RIVERSIDE, Calif., May 9, 2006 -- Carbon nanotubes in a vacuum show excellent conductivity and can be very effective infrared detectors because of their high sensitivity to light, according to a University of California, Riverside (UCR) research team.
Robert Haddon, a professor of chemistry and chemical and environmental engineering at UCR, led the research team that conducted the research at the Center for Nanoscale Science and Engineering, which is a part of the College of Natural and Agricultural Sciences and the Bourns College of Engineering at UCR. He and the other researchers -- Mikhai Itkis, Ferenc Borondics and Aiping Yu -- recently reported their findings ("Bolometric Infrared Photoresponse of Suspended Single-Walled Carbon Nanotube Films") in Science.
Haddon said findings could be of great interest to the military and law enforcement, which often need to use infrared detection technology to look for people and vehicles at night, and to scientists, for infrared spectrometry and astronomy.
The UCR findings contradict previous studies of the photoconductivity of carbon nanotubes, which showed that when they were irradiated with light, carbon nanotubes had a weak response, suggesting low photoconductivity. However, those previous experiments placed the carbon nanotubes on a substrate that acted to dissipate much of the heat built up by irradiation, Haddon said.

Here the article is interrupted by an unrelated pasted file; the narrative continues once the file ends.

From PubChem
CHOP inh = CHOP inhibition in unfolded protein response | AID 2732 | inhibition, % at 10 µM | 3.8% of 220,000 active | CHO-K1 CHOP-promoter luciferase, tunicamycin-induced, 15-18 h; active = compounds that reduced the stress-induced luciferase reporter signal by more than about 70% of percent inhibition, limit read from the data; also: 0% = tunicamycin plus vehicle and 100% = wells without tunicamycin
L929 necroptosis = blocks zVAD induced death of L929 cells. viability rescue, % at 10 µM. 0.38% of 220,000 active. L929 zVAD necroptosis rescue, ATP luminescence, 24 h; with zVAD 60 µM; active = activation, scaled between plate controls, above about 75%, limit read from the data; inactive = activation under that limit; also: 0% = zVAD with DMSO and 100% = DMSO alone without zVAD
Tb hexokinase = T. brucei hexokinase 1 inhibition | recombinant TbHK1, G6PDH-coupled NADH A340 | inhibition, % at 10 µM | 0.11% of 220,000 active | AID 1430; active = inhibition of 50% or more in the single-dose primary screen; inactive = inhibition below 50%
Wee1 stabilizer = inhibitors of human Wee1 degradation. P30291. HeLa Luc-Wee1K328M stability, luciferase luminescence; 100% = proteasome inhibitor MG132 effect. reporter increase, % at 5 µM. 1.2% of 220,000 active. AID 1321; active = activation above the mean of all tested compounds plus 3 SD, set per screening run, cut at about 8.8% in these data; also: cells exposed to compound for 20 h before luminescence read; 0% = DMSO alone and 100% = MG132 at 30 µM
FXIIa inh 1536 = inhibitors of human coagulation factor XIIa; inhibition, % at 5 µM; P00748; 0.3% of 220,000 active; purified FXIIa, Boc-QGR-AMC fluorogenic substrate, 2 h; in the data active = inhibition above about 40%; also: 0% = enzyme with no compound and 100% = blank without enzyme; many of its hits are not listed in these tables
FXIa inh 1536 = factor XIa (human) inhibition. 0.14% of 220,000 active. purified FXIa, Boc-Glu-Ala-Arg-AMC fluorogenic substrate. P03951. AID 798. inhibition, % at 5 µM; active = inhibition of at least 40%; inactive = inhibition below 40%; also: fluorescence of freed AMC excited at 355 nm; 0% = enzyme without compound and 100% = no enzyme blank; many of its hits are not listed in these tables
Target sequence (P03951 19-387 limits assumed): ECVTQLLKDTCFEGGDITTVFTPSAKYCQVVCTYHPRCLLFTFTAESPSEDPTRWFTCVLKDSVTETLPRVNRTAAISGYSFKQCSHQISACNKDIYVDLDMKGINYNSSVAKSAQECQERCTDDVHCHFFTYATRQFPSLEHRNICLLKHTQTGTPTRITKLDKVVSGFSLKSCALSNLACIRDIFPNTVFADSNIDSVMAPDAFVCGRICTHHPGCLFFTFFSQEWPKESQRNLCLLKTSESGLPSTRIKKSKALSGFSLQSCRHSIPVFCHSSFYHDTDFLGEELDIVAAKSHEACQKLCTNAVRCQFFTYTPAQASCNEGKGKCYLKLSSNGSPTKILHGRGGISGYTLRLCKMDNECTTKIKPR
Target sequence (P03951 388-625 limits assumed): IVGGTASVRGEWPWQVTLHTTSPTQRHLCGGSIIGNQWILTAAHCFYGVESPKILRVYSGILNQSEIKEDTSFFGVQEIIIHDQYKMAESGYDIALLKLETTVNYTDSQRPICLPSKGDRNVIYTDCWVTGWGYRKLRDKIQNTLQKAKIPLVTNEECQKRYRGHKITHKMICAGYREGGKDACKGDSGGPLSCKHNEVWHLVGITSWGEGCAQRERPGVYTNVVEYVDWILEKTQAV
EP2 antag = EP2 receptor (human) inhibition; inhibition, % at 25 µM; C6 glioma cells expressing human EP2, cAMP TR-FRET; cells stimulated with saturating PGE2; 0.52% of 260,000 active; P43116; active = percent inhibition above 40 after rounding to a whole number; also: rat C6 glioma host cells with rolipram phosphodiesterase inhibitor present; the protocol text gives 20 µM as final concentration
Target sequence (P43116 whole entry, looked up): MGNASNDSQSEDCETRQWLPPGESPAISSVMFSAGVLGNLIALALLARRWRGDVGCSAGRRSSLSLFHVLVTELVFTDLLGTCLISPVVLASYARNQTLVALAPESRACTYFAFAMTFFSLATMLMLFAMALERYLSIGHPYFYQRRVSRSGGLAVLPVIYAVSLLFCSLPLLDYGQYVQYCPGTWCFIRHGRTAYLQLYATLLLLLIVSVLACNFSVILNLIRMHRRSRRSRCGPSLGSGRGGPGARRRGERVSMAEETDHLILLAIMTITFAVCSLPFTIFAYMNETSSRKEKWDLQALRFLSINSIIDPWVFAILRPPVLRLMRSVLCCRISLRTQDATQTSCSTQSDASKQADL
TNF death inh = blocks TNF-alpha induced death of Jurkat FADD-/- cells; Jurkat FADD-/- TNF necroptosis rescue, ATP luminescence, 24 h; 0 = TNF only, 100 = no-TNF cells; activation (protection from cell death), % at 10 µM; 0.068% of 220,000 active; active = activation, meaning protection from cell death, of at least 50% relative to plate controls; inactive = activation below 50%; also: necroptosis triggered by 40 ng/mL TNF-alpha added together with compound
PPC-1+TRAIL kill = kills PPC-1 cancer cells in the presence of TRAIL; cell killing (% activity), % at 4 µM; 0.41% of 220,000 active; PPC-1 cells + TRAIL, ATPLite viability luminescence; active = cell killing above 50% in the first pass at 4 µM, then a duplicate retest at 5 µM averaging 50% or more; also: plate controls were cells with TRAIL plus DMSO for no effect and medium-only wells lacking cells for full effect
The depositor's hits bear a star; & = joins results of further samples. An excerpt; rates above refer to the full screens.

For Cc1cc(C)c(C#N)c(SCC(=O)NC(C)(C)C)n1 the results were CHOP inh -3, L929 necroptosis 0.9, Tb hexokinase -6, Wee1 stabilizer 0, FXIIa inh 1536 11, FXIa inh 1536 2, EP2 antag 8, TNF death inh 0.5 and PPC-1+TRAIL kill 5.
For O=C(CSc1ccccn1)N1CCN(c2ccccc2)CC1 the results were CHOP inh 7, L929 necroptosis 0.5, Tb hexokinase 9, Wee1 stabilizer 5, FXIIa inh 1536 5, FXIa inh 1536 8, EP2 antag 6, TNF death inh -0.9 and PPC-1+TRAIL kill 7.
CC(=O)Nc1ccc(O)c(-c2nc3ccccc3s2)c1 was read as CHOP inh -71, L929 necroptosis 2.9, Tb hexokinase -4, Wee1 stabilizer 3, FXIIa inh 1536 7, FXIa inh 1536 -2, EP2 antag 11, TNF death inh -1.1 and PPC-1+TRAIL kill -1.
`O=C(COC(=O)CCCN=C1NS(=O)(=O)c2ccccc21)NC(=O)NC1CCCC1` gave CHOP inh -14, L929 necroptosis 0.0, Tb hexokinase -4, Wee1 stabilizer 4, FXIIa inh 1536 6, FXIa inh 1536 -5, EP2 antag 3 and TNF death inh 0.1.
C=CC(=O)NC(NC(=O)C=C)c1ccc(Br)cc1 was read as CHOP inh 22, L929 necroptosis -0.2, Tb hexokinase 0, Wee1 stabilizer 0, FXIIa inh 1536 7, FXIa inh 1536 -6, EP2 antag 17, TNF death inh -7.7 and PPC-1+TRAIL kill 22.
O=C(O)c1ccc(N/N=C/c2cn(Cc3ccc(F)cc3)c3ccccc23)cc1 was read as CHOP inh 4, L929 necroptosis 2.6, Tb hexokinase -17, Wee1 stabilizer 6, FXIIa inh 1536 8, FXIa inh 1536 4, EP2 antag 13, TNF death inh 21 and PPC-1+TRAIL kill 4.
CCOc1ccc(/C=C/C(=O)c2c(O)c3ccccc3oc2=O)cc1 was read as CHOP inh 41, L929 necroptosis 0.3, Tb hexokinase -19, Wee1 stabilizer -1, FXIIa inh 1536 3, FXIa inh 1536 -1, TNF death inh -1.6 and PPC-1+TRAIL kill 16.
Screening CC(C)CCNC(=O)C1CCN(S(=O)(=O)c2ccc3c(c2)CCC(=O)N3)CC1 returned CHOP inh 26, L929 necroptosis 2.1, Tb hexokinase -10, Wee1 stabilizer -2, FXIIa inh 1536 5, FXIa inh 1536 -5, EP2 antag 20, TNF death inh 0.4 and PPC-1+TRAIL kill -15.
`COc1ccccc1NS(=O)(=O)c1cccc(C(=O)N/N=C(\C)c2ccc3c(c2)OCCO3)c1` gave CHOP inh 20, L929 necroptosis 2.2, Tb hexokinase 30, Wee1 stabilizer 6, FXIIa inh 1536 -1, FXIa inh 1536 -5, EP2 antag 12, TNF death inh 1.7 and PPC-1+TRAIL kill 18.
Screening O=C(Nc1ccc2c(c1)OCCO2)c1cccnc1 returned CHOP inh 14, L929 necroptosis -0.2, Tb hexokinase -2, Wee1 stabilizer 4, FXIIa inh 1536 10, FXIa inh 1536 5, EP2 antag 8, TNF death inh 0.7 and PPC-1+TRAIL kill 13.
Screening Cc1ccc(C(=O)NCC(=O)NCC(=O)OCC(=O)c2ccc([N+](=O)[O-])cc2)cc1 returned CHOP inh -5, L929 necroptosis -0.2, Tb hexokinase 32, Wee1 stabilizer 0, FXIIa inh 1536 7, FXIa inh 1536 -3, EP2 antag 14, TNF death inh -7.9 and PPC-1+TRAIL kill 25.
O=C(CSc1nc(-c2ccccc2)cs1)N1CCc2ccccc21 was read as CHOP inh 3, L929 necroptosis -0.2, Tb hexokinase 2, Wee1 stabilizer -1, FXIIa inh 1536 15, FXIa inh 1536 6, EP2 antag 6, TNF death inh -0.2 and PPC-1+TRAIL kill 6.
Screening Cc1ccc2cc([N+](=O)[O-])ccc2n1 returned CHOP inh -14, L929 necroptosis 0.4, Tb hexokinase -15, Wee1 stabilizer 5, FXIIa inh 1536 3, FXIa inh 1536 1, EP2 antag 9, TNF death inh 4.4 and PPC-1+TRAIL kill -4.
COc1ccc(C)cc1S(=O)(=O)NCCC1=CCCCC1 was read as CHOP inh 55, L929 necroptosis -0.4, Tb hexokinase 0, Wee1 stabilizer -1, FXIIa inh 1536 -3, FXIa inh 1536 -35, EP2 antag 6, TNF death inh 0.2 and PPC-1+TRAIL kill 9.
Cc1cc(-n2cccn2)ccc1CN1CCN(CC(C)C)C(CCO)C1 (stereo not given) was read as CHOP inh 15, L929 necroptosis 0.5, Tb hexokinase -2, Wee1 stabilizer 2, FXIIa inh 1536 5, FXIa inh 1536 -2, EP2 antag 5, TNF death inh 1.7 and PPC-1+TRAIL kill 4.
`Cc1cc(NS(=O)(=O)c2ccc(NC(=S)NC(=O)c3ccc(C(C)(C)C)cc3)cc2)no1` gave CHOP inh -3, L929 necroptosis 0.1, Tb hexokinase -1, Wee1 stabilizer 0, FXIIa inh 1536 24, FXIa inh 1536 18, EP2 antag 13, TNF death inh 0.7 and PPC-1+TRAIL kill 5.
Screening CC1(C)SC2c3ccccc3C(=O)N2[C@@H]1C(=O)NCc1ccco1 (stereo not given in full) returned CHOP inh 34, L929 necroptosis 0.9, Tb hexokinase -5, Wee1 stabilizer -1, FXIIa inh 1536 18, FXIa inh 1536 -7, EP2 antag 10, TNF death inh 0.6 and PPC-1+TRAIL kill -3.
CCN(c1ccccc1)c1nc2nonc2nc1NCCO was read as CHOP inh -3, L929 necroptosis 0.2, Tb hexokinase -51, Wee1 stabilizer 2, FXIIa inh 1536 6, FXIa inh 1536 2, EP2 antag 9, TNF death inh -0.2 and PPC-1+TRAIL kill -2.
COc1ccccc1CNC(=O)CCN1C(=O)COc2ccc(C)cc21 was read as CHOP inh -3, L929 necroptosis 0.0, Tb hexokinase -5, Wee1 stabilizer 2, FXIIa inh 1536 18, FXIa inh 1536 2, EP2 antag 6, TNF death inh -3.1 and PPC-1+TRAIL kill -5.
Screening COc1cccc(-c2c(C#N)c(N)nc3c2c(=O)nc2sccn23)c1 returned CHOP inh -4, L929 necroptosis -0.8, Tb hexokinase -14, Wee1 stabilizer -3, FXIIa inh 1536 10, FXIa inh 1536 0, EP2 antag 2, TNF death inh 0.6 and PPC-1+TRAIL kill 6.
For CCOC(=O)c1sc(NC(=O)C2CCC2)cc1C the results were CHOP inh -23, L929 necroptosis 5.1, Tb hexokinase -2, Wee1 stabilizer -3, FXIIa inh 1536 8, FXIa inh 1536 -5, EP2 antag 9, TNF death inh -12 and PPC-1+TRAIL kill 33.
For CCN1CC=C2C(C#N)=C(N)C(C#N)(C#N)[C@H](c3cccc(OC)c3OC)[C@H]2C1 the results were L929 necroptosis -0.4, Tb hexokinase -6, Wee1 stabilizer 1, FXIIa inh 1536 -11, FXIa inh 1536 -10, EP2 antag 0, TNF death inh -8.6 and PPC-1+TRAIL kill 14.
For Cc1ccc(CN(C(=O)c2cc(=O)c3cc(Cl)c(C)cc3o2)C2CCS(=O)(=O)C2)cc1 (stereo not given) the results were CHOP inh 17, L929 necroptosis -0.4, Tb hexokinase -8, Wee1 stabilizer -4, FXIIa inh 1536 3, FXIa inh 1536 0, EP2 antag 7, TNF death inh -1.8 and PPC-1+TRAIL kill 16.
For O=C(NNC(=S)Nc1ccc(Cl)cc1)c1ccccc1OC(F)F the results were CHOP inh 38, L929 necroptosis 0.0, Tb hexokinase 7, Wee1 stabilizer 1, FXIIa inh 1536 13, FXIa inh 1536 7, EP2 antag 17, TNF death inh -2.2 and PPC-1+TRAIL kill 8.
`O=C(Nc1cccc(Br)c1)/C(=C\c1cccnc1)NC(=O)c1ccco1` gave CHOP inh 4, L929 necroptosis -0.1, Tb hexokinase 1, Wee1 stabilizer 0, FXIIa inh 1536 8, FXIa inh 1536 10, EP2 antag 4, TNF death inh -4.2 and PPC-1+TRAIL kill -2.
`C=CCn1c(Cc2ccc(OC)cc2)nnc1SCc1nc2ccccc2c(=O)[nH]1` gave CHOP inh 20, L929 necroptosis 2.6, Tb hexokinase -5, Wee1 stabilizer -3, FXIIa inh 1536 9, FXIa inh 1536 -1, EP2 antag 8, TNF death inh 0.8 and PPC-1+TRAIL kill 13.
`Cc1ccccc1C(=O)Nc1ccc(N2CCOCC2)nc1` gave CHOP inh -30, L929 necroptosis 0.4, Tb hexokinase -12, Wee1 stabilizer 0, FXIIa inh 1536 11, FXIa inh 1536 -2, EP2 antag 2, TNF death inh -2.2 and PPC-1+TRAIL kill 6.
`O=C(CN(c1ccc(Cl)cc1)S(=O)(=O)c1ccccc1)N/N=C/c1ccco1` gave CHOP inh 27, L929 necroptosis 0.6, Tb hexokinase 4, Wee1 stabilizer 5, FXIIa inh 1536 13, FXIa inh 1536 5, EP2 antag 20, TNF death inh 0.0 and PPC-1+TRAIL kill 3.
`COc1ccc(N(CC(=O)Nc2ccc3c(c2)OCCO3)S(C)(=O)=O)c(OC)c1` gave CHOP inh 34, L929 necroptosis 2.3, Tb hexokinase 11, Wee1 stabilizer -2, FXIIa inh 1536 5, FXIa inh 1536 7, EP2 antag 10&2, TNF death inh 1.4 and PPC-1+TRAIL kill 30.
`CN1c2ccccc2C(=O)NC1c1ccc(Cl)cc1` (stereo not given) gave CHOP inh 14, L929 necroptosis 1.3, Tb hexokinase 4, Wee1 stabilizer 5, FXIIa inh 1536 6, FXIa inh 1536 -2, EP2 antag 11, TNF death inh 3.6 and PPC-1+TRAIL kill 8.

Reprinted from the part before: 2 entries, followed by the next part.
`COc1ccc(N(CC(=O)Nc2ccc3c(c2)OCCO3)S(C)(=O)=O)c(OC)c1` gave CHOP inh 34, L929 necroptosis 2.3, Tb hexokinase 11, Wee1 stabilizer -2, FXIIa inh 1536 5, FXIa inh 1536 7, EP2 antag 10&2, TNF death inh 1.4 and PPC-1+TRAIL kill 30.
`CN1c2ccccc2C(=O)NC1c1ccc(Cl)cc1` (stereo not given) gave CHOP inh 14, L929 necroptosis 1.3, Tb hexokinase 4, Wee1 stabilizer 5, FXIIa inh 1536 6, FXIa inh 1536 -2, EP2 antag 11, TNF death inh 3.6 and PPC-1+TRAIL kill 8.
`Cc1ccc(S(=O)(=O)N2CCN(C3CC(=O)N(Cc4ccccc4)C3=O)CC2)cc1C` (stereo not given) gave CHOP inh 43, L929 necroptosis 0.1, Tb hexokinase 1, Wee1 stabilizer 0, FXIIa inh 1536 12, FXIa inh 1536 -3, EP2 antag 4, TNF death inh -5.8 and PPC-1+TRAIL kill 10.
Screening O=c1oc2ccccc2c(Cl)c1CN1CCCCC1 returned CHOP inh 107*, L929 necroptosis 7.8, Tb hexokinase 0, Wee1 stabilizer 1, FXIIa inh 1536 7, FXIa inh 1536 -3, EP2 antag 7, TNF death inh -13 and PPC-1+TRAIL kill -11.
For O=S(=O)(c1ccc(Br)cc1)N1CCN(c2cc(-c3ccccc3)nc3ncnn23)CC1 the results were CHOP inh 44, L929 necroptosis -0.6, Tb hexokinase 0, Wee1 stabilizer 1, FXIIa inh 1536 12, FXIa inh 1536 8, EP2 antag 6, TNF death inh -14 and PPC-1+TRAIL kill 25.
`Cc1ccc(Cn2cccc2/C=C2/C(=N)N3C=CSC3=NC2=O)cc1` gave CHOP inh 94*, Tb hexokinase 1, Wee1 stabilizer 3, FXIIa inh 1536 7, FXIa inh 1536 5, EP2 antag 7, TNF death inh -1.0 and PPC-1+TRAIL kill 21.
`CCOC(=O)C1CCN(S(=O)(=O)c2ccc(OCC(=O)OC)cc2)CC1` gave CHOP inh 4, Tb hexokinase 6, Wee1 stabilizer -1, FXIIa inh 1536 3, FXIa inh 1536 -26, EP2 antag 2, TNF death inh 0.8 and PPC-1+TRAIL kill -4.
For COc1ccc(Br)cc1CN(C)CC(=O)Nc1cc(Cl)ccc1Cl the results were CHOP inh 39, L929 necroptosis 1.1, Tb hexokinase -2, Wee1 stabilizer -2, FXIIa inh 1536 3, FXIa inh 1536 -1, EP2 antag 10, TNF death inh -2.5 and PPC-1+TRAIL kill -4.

The UCR experiment placed a .5-mm strip of purified carbon nanotubes that were suspended across two electrodes in a vacuum, with no substrate to dissipate the heat. The results generated anywhere from five to 10 orders of magnitude (105 to 106) of the amount of heat found in previous tests.
"We think this is due in large part to the lack of a substrate, which works like a heat sink to absorb much of the heat buildup," Haddon said. Placing the nanotube strip in a vacuum also eliminates heat loss via the air, he said.
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